WIT Press

Biological Degradation Of PCBs In Soil. A Kinetic Study


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M. A. Manzano, J. A. Perales, D. Sales & J. M. Quiroga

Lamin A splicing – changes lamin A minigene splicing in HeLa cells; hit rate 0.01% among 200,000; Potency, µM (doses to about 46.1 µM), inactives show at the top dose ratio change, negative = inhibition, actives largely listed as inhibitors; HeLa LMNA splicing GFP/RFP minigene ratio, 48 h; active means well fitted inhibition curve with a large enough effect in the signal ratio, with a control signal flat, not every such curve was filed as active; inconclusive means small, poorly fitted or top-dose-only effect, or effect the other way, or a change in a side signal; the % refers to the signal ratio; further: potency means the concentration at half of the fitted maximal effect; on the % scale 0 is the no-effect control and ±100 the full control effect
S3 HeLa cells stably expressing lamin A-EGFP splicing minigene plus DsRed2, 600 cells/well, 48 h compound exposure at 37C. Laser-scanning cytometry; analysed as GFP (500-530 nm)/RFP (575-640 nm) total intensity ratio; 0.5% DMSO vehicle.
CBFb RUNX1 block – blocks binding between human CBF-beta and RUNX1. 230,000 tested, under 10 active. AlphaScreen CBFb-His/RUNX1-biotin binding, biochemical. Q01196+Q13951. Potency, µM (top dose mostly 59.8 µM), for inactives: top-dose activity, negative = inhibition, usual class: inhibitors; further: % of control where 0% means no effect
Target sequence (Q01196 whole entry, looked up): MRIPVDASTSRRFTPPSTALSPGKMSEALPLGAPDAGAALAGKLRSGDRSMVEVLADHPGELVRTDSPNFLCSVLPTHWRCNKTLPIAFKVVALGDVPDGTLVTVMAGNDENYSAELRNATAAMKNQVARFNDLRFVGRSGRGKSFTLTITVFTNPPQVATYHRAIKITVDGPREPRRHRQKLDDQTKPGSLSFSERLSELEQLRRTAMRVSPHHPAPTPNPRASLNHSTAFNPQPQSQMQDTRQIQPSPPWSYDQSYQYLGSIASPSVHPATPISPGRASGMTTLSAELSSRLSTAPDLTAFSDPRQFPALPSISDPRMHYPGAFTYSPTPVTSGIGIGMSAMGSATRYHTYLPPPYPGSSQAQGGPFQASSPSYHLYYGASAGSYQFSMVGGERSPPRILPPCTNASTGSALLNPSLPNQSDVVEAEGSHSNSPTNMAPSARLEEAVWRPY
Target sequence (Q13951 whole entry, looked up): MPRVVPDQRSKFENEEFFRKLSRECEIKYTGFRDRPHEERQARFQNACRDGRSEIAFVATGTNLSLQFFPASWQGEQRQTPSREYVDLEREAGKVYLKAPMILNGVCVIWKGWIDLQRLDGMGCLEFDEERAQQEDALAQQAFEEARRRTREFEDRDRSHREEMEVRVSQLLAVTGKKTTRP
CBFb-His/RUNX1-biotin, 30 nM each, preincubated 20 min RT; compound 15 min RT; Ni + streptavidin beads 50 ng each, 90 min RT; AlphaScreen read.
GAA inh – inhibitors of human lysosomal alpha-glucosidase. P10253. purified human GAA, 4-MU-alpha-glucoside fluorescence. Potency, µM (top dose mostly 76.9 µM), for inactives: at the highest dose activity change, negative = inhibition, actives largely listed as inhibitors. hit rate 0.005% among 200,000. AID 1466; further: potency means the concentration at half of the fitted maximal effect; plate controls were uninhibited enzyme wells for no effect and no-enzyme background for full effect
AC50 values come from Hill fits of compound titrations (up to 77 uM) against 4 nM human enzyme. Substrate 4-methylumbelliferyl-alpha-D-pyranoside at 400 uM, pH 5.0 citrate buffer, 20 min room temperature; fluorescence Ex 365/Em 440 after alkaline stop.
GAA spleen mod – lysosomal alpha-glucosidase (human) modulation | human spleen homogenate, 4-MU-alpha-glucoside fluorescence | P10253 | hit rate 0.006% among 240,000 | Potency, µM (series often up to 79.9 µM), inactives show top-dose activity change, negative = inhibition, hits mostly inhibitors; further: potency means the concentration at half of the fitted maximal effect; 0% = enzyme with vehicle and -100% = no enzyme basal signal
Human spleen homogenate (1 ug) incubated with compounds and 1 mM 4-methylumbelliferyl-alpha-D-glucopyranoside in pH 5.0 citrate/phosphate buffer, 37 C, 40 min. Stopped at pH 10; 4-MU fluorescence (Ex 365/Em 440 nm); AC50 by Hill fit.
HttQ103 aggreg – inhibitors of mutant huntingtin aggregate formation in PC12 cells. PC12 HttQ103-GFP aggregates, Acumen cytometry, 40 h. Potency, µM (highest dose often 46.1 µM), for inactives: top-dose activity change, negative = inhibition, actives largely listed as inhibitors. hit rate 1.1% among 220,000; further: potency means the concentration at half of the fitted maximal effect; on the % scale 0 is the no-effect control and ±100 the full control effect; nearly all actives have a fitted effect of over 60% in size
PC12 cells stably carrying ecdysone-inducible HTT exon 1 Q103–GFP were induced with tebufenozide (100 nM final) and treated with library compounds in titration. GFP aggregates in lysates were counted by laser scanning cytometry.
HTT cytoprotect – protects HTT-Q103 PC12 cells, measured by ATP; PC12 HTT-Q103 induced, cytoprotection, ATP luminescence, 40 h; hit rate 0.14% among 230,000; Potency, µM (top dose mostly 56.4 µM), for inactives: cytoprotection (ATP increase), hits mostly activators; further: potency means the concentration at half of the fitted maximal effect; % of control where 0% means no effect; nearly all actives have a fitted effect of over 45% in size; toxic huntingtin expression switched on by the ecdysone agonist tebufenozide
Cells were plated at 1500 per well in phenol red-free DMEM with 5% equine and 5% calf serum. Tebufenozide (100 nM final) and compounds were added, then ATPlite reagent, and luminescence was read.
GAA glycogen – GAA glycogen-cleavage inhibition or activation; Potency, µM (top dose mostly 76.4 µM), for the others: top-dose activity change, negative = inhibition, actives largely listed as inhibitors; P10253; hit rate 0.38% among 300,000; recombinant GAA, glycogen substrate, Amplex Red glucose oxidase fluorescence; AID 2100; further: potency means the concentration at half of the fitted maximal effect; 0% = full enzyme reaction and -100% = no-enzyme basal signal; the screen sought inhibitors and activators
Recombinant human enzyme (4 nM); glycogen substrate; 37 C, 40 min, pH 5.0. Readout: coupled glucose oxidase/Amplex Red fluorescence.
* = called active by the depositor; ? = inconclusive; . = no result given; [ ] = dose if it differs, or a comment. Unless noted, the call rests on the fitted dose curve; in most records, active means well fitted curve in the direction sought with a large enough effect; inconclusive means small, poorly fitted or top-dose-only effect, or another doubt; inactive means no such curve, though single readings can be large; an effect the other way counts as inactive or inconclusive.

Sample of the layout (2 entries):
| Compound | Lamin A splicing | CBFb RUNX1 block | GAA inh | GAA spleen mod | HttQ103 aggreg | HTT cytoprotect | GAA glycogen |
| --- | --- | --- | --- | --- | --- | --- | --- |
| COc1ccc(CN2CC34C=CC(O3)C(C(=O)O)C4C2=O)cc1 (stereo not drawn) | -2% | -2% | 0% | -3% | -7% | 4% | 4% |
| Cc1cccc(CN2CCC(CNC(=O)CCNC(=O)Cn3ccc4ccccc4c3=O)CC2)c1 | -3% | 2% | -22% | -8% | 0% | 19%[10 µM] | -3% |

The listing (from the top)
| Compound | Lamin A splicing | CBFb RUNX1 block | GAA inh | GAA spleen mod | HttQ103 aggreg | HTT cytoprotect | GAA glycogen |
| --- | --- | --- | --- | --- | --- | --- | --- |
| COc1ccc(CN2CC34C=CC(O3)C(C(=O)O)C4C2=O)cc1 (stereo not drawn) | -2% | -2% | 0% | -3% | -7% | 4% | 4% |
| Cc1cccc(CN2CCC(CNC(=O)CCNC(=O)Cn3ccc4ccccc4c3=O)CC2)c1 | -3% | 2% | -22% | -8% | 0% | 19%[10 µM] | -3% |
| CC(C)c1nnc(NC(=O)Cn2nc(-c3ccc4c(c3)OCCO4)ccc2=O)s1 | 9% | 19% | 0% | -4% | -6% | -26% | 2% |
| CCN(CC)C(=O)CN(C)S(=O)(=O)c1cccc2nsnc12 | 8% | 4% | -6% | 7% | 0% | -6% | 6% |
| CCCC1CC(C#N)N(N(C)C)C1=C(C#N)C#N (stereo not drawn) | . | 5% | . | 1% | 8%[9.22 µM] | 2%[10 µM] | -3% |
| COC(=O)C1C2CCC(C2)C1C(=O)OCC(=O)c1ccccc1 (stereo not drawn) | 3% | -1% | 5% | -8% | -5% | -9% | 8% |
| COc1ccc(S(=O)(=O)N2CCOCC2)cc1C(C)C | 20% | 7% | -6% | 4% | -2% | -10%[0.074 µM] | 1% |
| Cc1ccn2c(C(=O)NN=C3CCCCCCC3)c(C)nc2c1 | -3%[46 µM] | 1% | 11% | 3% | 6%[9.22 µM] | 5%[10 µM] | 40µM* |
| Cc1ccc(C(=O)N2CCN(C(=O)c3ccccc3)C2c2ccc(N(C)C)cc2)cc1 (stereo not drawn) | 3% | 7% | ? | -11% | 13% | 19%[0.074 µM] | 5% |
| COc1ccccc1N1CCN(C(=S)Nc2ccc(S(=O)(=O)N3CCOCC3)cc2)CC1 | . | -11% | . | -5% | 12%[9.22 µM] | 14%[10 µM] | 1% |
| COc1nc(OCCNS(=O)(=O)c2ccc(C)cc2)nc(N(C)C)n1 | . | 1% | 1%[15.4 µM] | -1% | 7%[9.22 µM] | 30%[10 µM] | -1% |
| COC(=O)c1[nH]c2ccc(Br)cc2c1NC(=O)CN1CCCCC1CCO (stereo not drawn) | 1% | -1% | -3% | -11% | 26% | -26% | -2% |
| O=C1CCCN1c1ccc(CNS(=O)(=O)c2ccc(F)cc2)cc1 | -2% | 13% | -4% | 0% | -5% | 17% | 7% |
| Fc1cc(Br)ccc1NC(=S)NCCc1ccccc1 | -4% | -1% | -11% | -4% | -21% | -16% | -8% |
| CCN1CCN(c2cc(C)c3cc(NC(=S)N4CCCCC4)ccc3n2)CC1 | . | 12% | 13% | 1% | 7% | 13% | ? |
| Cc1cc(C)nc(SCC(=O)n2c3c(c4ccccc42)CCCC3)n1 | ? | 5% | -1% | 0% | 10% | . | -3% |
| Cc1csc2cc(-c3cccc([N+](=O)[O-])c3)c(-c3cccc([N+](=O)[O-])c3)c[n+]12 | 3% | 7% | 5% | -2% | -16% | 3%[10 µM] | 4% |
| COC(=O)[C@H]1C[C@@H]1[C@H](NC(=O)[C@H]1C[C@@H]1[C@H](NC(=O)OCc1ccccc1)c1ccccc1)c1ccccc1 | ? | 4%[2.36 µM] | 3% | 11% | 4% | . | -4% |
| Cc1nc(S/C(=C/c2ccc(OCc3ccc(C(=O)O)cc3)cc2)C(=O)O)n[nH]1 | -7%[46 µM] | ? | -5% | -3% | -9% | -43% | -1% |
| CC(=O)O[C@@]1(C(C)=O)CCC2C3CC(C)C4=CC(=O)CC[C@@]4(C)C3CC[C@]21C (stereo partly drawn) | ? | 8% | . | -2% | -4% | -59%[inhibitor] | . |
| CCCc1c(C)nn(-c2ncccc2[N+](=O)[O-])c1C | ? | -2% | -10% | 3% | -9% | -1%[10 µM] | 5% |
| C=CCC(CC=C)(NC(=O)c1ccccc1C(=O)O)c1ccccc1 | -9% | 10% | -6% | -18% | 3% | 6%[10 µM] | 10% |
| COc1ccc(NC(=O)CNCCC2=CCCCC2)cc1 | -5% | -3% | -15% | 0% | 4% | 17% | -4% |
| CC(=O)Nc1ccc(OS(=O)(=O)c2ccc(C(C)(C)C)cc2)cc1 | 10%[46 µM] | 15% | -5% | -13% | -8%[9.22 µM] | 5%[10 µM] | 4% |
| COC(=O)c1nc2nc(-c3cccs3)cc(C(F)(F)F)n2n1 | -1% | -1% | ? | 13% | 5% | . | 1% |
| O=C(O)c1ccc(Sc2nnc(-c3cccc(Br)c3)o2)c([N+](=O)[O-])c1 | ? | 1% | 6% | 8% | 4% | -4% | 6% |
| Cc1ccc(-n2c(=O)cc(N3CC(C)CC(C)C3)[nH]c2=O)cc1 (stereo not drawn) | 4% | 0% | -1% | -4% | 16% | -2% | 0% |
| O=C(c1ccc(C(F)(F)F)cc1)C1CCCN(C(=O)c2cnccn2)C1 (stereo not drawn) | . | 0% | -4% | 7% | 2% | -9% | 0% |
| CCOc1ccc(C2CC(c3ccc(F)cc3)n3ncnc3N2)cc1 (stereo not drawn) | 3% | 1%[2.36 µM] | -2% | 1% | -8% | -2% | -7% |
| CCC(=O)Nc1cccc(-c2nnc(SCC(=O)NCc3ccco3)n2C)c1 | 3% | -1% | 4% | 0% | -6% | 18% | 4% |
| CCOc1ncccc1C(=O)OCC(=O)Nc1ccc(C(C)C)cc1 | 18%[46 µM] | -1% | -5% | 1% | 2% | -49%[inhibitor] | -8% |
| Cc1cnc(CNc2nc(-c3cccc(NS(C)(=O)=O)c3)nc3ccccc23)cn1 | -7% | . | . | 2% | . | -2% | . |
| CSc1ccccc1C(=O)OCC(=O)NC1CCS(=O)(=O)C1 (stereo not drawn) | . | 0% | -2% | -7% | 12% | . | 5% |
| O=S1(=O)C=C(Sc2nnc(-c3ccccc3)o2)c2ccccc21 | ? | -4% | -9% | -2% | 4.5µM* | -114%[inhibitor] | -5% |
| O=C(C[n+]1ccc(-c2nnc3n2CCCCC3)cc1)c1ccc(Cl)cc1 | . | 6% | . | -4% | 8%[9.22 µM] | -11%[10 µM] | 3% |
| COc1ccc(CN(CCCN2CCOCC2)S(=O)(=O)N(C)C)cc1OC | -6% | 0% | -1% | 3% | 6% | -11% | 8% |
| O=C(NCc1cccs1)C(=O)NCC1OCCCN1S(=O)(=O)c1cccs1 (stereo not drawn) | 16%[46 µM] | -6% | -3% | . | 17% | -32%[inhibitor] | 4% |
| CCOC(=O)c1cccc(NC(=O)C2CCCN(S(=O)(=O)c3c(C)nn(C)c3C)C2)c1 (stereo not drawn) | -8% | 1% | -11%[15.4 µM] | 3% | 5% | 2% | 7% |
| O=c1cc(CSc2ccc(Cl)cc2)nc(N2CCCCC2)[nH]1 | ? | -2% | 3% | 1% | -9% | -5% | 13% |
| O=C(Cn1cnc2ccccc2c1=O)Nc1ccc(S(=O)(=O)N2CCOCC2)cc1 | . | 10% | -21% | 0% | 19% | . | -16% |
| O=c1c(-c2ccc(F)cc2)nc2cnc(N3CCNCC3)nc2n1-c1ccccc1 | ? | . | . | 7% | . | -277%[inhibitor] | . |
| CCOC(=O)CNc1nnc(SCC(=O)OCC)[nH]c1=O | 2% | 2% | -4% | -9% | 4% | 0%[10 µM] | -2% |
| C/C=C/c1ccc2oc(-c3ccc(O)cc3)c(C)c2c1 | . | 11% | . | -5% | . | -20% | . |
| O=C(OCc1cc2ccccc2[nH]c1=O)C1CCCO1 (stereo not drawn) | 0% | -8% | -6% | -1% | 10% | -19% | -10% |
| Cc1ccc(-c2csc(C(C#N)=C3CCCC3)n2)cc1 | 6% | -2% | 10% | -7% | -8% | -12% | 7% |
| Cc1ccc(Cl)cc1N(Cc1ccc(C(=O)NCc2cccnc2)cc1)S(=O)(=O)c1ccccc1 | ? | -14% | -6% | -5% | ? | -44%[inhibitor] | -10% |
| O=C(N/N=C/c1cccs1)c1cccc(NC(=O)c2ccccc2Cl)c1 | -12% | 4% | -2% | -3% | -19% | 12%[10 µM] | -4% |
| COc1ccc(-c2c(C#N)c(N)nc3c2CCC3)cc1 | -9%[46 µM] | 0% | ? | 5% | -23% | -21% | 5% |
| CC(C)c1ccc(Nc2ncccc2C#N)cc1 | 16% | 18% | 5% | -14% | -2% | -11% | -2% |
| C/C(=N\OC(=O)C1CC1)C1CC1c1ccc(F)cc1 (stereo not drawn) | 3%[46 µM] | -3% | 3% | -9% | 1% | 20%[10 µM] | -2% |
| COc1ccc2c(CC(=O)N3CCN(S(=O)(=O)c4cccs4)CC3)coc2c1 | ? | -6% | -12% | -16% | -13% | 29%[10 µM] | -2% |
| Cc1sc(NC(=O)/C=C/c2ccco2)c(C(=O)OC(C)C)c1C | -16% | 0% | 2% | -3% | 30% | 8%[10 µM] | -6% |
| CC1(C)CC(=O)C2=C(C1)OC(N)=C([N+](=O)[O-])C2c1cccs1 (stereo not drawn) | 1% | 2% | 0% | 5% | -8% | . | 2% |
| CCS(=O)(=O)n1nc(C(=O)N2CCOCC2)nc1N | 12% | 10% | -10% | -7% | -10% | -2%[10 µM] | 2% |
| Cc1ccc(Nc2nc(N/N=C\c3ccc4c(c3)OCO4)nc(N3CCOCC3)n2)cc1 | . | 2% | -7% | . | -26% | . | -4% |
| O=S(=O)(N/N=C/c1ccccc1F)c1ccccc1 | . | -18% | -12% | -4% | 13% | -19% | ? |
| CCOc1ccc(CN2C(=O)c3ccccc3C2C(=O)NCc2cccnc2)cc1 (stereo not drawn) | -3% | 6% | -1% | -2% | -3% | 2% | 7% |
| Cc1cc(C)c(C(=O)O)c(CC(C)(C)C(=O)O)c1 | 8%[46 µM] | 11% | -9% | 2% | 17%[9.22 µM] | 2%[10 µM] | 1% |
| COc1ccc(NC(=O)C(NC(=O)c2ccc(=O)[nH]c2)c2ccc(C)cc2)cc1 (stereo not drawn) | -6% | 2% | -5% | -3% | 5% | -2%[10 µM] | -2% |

In this paper a kinetic study is made of the biodegradability of Aroclor 1242 in sandy soil employing a mixed culture of acclimatized bacteria. The assays were done in stirred tank reactors, and the biodegradation process was monitored by High Resolution Gas Chromatography (HRGC) with Electron Capture Detector. These results are supported by other indirect measurements and indicators of the existence of microbial degradation process, as well as the parameters for the control of the process. The biodegradation occurred as a first order process and it proved most effective in respect of dichlorinated (100% removal), followed by trichlorinated (92%) and tetrachlorinated biphenyls (24%). 1 Introduction Awareness of the toxicity of PCBs has led to increased research into the development of PCB waste treatment technology. Although incineration is currently the most frequently used method of dealing with waste containing a high concentration of PCBs, waste products containing a large proportion of inert material such as soils and sediments require other alternatives [1]. One of the options for this type of waste are biological treatments, made attractive by their low cost and operative simplicity. The aim of this research has been to study the kinetic of the aerobic biodegradation of PCBs adsorbed to soil particles by employing a mixed culture of acclimatized bacteria.